Is Obama’s Victory Really Good News?

On November 6, the electoral circus in the United States ended with the reelection of outgoing President Barack Obama, who defeated his Republican opponent Mitt Romney. While most of the American and Canadian left applauds his reelection, the question remains as to what will this really change? Is having the Democrats at the head of […]

On November 6, the electoral circus in the United States ended with the reelection of outgoing President Barack Obama, who defeated his Republican opponent Mitt Romney. While most of the American and Canadian left applauds his reelection, the question remains as to what will this really change? Is having the Democrats at the head of the United States of America really a good deal for the masses?

The two main presidential candidates certainly had different rhetorics. Mitt Romney appeared as a defender of ultraconservative ideas from the religious right, including a strong opposition to abortion rights. Romney symbolized the old myth of the “self-made man” and called for “individual initiative” and “less government.” As for Obama, he appeared as a little more committed to the ideals of the New Deal in terms of social policy. He wants to put some balm on the heinous suffering caused by capitalism. But in the end, Obama is also committed to defending the US bourgeoisie, and he never really defended the working class. Due to Obama’s disinterest in reigning in capitalist greed, poverty has actually increased in the last four years in the U.S.

In the United States as anywhere else, capitalism is more than a “bad government.” It is a whole oppressive system that also relies on an army and a heavy administrative bureaucracy. This is why even if they adopt different rhetorics, Romney and Obama’s policies are not so different in practice, both in terms of economic and foreign policy. There is no difference between them in regard to the war in Afghanistan or the air strikes that keep killing civilians in Pakistan and Somalia. Both spent billions on their campaign, and Obama continues to increase military spending, even though America has the largest army in the world and many Americans can’t afford good heatlh care or good food.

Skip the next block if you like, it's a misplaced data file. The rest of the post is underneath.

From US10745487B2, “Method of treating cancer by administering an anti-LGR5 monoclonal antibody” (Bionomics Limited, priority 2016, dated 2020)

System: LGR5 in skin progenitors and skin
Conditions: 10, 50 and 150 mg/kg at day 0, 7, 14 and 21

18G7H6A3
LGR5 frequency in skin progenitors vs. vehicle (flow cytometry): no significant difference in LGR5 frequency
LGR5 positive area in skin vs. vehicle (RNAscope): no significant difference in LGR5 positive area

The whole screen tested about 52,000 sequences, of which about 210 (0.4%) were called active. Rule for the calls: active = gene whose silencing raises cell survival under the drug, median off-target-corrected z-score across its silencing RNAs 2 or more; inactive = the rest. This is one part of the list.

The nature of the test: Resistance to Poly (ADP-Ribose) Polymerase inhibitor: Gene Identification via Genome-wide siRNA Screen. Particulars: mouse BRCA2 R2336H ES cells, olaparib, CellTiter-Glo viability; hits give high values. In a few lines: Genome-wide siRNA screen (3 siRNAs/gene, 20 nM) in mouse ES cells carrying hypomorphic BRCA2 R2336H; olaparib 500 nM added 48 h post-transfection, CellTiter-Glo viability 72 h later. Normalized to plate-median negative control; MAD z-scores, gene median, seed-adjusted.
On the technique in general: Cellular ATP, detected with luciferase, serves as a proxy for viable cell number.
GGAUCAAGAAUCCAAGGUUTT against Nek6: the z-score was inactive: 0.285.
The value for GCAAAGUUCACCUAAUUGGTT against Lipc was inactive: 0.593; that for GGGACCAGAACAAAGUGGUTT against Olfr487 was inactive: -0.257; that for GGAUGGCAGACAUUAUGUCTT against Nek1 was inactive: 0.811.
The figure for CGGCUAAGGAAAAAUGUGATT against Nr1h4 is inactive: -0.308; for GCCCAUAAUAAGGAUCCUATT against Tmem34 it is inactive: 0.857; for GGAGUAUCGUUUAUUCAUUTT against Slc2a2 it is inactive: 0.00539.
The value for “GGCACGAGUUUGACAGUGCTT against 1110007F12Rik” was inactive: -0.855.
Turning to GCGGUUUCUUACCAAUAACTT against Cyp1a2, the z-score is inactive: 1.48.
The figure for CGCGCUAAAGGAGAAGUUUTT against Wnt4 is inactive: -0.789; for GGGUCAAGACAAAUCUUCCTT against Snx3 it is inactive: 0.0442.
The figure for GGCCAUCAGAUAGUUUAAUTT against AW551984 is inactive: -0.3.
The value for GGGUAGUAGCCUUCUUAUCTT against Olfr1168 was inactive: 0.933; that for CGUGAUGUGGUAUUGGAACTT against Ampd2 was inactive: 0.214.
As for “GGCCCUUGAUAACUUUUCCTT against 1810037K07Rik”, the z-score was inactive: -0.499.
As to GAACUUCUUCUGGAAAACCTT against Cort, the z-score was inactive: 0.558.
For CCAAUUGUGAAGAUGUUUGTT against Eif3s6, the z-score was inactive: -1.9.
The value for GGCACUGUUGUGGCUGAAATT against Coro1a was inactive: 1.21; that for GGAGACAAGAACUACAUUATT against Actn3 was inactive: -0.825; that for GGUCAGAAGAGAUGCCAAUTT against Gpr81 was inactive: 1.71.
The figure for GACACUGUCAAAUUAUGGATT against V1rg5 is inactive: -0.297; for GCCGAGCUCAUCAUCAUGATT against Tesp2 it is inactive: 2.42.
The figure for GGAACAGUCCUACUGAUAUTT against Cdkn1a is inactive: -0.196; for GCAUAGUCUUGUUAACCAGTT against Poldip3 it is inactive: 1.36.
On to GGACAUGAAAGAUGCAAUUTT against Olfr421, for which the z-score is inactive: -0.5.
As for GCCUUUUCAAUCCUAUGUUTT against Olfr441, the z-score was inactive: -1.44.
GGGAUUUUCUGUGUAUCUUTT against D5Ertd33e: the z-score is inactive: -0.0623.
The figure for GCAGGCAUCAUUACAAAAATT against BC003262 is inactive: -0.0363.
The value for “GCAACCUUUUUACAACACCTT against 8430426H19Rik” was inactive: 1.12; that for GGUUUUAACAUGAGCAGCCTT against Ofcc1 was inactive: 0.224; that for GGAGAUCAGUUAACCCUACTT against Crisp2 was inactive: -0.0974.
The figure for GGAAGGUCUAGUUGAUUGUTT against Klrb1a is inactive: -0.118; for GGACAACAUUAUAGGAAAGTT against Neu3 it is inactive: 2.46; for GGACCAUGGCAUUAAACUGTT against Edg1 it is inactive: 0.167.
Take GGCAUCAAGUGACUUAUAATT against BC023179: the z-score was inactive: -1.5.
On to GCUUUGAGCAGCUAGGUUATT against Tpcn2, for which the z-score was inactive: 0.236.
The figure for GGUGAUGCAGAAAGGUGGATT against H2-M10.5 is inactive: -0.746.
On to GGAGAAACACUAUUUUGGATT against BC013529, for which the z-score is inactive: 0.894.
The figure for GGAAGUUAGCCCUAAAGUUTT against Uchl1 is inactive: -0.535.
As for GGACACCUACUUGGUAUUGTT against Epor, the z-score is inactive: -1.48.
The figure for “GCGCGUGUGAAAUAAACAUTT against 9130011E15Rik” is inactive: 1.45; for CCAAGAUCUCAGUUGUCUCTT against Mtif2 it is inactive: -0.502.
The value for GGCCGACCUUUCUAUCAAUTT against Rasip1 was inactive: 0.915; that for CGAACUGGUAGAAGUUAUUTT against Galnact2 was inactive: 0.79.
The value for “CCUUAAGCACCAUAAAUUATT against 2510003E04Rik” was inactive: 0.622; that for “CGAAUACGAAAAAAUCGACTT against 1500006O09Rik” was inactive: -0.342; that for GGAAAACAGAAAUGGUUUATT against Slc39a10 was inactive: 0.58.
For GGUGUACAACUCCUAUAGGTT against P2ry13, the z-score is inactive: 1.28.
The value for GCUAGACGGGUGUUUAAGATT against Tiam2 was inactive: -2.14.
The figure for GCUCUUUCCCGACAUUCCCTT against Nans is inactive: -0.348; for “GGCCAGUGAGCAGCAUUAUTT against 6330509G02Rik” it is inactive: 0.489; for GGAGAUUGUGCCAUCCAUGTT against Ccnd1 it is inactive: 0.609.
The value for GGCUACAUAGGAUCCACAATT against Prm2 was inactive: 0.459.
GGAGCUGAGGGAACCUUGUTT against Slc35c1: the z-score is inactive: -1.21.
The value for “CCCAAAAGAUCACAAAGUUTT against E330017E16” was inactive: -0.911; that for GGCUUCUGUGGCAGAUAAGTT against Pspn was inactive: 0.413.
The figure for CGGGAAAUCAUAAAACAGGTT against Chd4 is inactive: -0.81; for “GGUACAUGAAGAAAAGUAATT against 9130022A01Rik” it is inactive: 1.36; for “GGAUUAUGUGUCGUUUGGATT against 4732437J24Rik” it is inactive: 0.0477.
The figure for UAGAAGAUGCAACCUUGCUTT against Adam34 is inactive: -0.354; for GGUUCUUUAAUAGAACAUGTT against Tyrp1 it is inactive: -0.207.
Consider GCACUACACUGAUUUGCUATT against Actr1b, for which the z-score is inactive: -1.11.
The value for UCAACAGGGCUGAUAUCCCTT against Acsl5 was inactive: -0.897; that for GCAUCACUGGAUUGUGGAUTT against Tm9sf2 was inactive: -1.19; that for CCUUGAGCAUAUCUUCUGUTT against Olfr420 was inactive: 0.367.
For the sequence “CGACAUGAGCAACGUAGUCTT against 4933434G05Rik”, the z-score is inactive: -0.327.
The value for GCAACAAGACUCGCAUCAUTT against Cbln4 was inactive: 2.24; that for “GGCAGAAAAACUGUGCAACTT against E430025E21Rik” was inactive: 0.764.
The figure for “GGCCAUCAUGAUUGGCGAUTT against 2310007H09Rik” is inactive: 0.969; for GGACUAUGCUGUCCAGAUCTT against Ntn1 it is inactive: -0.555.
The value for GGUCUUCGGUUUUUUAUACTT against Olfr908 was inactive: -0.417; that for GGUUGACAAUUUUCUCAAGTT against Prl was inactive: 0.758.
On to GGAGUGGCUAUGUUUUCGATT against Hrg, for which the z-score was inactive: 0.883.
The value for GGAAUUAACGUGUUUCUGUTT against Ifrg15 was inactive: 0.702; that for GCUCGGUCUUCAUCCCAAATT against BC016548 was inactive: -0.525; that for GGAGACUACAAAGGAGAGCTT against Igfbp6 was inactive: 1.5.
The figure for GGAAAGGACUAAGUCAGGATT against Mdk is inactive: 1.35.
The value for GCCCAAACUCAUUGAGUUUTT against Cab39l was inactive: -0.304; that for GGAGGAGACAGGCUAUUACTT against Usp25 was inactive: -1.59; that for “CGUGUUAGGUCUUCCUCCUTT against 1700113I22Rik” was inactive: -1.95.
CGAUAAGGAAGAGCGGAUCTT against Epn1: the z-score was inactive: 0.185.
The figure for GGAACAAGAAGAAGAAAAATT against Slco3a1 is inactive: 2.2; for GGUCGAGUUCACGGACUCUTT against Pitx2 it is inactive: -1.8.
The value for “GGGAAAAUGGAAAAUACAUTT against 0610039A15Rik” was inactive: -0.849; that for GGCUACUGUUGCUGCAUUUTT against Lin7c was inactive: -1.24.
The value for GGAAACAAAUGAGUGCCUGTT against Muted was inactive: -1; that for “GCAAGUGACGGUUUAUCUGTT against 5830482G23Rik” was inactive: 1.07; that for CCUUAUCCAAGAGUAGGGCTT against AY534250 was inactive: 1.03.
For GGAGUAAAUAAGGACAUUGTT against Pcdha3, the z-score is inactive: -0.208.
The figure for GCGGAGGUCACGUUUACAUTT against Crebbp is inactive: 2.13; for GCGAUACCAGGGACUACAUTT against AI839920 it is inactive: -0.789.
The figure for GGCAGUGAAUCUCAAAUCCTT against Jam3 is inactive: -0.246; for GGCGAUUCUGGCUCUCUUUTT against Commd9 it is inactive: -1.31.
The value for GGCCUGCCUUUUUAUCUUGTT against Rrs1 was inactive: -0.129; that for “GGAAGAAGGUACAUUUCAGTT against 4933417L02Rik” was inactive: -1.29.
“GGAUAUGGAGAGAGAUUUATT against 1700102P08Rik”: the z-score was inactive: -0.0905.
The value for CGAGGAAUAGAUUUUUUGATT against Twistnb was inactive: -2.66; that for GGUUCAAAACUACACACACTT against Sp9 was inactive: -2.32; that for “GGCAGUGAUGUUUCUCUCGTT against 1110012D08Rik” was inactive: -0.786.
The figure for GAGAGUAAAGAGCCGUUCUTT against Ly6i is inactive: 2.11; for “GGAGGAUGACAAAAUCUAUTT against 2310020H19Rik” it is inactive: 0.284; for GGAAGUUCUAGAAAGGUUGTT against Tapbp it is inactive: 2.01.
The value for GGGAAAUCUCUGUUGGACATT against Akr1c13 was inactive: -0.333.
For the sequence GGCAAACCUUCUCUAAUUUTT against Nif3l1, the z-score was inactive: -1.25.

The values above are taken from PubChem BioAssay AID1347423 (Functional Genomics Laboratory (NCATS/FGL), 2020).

Obama’s attempts to reform Medicare were stalled —not only because the Republicans control the House of Representatives, but also because Obama is not interested in seriously improving the lives of the poor. The two parties share a common goal: that is to defend the interests of the big imperialist bourgeoisie in the context of a decline of the American Empire.

So will Obama’s reelection give something to the proletarian and the oppressed masses? Absolutely not. The impoverishment of the masses will probably be sugar-coated (Romney’s election might have actually led the Liberals and the official “left” to raise the barricades and fight back).

But the masses do understand what is really going on: the abstention rate of nearly 40% demonstrates that voting for one or the other does not even give the hope of a change for the poorest among us. As long as the masses won’t organize themselves to overthrowing the whole rotten system, capitalism will continue to fill the pockets of the minority who exploit the workers, in the United States as elsewhere.